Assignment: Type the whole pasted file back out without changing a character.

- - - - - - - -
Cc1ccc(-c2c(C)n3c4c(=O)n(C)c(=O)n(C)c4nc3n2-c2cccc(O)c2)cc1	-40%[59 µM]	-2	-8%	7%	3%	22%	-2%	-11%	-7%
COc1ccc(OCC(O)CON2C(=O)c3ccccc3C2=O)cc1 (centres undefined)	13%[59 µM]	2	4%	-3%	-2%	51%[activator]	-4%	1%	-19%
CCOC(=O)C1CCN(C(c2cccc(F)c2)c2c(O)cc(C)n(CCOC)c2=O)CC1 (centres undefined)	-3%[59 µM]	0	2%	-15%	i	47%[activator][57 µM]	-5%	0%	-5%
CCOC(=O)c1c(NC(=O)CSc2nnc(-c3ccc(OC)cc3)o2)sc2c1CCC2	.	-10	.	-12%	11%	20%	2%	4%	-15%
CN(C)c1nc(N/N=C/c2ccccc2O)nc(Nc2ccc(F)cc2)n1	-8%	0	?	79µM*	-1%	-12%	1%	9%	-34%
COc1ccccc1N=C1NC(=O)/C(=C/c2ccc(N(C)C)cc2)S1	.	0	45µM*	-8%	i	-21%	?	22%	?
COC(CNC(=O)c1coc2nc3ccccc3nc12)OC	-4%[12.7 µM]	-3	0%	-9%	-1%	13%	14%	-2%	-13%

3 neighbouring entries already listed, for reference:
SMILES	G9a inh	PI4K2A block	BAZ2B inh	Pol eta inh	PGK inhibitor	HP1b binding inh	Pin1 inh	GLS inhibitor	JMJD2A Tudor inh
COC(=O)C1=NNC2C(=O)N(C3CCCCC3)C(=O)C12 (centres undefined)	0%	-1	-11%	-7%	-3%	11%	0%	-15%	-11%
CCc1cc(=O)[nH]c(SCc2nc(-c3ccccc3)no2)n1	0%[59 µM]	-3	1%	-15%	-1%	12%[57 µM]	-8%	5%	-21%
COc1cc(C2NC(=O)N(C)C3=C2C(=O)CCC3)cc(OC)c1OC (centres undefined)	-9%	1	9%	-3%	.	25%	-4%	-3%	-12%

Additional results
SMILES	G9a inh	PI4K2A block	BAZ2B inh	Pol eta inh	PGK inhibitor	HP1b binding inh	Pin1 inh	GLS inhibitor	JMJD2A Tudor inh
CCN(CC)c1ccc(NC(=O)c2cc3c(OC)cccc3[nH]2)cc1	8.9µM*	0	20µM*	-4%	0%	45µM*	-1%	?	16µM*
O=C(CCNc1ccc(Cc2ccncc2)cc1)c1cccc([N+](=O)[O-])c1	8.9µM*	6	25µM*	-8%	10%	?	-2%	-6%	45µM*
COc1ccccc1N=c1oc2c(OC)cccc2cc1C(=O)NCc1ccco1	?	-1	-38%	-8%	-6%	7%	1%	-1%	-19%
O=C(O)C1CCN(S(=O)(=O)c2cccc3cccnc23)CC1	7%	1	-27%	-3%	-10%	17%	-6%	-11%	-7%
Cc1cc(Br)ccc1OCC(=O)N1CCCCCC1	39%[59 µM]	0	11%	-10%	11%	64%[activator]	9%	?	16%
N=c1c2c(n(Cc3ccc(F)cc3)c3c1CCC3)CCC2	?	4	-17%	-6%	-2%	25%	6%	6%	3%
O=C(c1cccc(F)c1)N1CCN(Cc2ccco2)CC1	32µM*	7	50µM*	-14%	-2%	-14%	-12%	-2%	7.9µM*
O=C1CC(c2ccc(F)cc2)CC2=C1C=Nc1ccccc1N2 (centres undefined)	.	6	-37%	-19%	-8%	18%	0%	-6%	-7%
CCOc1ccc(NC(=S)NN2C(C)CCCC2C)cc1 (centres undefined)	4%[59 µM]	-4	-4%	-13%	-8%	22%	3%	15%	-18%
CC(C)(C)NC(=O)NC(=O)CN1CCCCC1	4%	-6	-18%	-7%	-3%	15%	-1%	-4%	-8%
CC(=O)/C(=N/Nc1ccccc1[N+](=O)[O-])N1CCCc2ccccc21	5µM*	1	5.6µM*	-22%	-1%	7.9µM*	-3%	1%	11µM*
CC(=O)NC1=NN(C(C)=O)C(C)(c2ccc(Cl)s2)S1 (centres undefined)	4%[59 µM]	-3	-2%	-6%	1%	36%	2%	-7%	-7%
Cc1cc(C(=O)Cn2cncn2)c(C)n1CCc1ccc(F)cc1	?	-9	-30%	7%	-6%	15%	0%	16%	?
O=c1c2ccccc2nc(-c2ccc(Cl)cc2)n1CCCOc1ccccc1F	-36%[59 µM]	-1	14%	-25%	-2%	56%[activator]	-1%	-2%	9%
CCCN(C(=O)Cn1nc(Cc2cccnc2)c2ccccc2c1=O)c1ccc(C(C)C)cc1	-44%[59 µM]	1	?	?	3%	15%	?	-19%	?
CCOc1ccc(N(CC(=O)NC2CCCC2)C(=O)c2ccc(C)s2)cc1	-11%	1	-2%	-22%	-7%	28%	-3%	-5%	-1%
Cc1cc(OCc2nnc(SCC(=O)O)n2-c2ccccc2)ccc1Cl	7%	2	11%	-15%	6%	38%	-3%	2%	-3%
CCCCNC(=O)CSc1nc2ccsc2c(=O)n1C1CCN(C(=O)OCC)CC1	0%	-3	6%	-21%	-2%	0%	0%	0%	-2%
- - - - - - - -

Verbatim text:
Cc1ccc(-c2c(C)n3c4c(=O)n(C)c(=O)n(C)c4nc3n2-c2cccc(O)c2)cc1	-40%[59 µM]	-2	-8%	7%	3%	22%	-2%	-11%	-7%
COc1ccc(OCC(O)CON2C(=O)c3ccccc3C2=O)cc1 (centres undefined)	13%[59 µM]	2	4%	-3%	-2%	51%[activator]	-4%	1%	-19%
CCOC(=O)C1CCN(C(c2cccc(F)c2)c2c(O)cc(C)n(CCOC)c2=O)CC1 (centres undefined)	-3%[59 µM]	0	2%	-15%	i	47%[activator][57 µM]	-5%	0%	-5%
CCOC(=O)c1c(NC(=O)CSc2nnc(-c3ccc(OC)cc3)o2)sc2c1CCC2	.	-10	.	-12%	11%	20%	2%	4%	-15%
CN(C)c1nc(N/N=C/c2ccccc2O)nc(Nc2ccc(F)cc2)n1	-8%	0	?	79µM*	-1%	-12%	1%	9%	-34%
COc1ccccc1N=C1NC(=O)/C(=C/c2ccc(N(C)C)cc2)S1	.	0	45µM*	-8%	i	-21%	?	22%	?
COC(CNC(=O)c1coc2nc3ccccc3nc12)OC	-4%[12.7 µM]	-3	0%	-9%	-1%	13%	14%	-2%	-13%

3 neighbouring entries already listed, for reference:
SMILES	G9a inh	PI4K2A block	BAZ2B inh	Pol eta inh	PGK inhibitor	HP1b binding inh	Pin1 inh	GLS inhibitor	JMJD2A Tudor inh
COC(=O)C1=NNC2C(=O)N(C3CCCCC3)C(=O)C12 (centres undefined)	0%	-1	-11%	-7%	-3%	11%	0%	-15%	-11%
CCc1cc(=O)[nH]c(SCc2nc(-c3ccccc3)no2)n1	0%[59 µM]	-3	1%	-15%	-1%	12%[57 µM]	-8%	5%	-21%
COc1cc(C2NC(=O)N(C)C3=C2C(=O)CCC3)cc(OC)c1OC (centres undefined)	-9%	1	9%	-3%	.	25%	-4%	-3%	-12%

Additional results
SMILES	G9a inh	PI4K2A block	BAZ2B inh	Pol eta inh	PGK inhibitor	HP1b binding inh	Pin1 inh	GLS inhibitor	JMJD2A Tudor inh
CCN(CC)c1ccc(NC(=O)c2cc3c(OC)cccc3[nH]2)cc1	8.9µM*	0	20µM*	-4%	0%	45µM*	-1%	?	16µM*
O=C(CCNc1ccc(Cc2ccncc2)cc1)c1cccc([N+](=O)[O-])c1	8.9µM*	6	25µM*	-8%	10%	?	-2%	-6%	45µM*
COc1ccccc1N=c1oc2c(OC)cccc2cc1C(=O)NCc1ccco1	?	-1	-38%	-8%	-6%	7%	1%	-1%	-19%
O=C(O)C1CCN(S(=O)(=O)c2cccc3cccnc23)CC1	7%	1	-27%	-3%	-10%	17%	-6%	-11%	-7%
Cc1cc(Br)ccc1OCC(=O)N1CCCCCC1	39%[59 µM]	0	11%	-10%	11%	64%[activator]	9%	?	16%
N=c1c2c(n(Cc3ccc(F)cc3)c3c1CCC3)CCC2	?	4	-17%	-6%	-2%	25%	6%	6%	3%
O=C(c1cccc(F)c1)N1CCN(Cc2ccco2)CC1	32µM*	7	50µM*	-14%	-2%	-14%	-12%	-2%	7.9µM*
O=C1CC(c2ccc(F)cc2)CC2=C1C=Nc1ccccc1N2 (centres undefined)	.	6	-37%	-19%	-8%	18%	0%	-6%	-7%
CCOc1ccc(NC(=S)NN2C(C)CCCC2C)cc1 (centres undefined)	4%[59 µM]	-4	-4%	-13%	-8%	22%	3%	15%	-18%
CC(C)(C)NC(=O)NC(=O)CN1CCCCC1	4%	-6	-18%	-7%	-3%	15%	-1%	-4%	-8%
CC(=O)/C(=N/Nc1ccccc1[N+](=O)[O-])N1CCCc2ccccc21	5µM*	1	5.6µM*	-22%	-1%	7.9µM*	-3%	1%	11µM*
CC(=O)NC1=NN(C(C)=O)C(C)(c2ccc(Cl)s2)S1 (centres undefined)	4%[59 µM]	-3	-2%	-6%	1%	36%	2%	-7%	-7%
Cc1cc(C(=O)Cn2cncn2)c(C)n1CCc1ccc(F)cc1	?	-9	-30%	7%	-6%	15%	0%	16%	?
O=c1c2ccccc2nc(-c2ccc(Cl)cc2)n1CCCOc1ccccc1F	-36%[59 µM]	-1	14%	-25%	-2%	56%[activator]	-1%	-2%	9%
CCCN(C(=O)Cn1nc(Cc2cccnc2)c2ccccc2c1=O)c1ccc(C(C)C)cc1	-44%[59 µM]	1	?	?	3%	15%	?	-19%	?
CCOc1ccc(N(CC(=O)NC2CCCC2)C(=O)c2ccc(C)s2)cc1	-11%	1	-2%	-22%	-7%	28%	-3%	-5%	-1%
Cc1cc(OCc2nnc(SCC(=O)O)n2-c2ccccc2)ccc1Cl	7%	2	11%	-15%	6%	38%	-3%	2%	-3%
CCCCNC(=O)CSc1nc2ccsc2c(=O)n1C1CCN(C(=O)OCC)CC1	0%	-3	6%	-21%	-2%	0%	0%	0%	-2%